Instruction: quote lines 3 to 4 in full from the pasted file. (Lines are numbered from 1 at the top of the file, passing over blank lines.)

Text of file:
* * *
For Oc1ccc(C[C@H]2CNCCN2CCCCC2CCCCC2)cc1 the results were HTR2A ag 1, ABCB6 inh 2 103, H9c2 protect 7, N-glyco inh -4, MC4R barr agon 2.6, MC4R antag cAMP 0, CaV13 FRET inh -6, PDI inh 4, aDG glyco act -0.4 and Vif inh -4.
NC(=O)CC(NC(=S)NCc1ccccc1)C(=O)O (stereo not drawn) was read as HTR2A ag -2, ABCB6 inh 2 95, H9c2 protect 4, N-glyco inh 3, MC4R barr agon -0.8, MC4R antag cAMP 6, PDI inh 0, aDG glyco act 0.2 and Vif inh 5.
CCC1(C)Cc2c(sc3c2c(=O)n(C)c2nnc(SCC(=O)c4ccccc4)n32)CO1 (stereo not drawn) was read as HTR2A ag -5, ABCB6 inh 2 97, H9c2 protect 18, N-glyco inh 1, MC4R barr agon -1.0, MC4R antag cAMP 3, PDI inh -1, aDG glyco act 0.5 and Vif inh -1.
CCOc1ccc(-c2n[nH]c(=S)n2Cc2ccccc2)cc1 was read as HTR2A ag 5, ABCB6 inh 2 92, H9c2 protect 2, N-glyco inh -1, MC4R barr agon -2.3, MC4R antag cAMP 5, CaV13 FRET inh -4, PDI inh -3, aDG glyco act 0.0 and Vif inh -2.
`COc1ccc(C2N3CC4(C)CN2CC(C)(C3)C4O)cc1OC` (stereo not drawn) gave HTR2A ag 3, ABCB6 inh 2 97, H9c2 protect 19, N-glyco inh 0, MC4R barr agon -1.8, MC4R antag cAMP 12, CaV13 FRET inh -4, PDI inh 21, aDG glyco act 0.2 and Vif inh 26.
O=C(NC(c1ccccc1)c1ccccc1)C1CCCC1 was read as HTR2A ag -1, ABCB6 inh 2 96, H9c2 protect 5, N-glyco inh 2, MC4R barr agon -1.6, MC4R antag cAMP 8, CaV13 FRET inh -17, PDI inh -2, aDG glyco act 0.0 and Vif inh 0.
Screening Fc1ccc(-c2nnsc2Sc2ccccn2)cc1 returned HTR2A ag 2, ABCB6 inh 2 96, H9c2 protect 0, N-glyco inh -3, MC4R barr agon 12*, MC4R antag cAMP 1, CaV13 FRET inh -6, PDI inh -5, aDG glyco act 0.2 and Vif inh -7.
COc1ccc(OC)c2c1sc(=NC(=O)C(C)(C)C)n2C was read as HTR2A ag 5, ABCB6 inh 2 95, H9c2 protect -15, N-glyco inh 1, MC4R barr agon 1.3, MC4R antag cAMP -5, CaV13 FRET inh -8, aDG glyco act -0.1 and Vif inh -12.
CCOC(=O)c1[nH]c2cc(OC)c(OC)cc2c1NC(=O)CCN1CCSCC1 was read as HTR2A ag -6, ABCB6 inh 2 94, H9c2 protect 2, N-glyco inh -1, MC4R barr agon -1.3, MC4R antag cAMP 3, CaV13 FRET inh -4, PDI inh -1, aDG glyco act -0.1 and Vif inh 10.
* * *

CCC1(C)Cc2c(sc3c2c(=O)n(C)c2nnc(SCC(=O)c4ccccc4)n32)CO1 (stereo not drawn) was read as HTR2A ag -5, ABCB6 inh 2 97, H9c2 protect 18, N-glyco inh 1, MC4R barr agon -1.0, MC4R antag cAMP 3, PDI inh -1, aDG glyco act 0.5 and Vif inh -1.
CCOc1ccc(-c2n[nH]c(=S)n2Cc2ccccc2)cc1 was read as HTR2A ag 5, ABCB6 inh 2 92, H9c2 protect 2, N-glyco inh -1, MC4R barr agon -2.3, MC4R antag cAMP 5, CaV13 FRET inh -4, PDI inh -3, aDG glyco act 0.0 and Vif inh -2.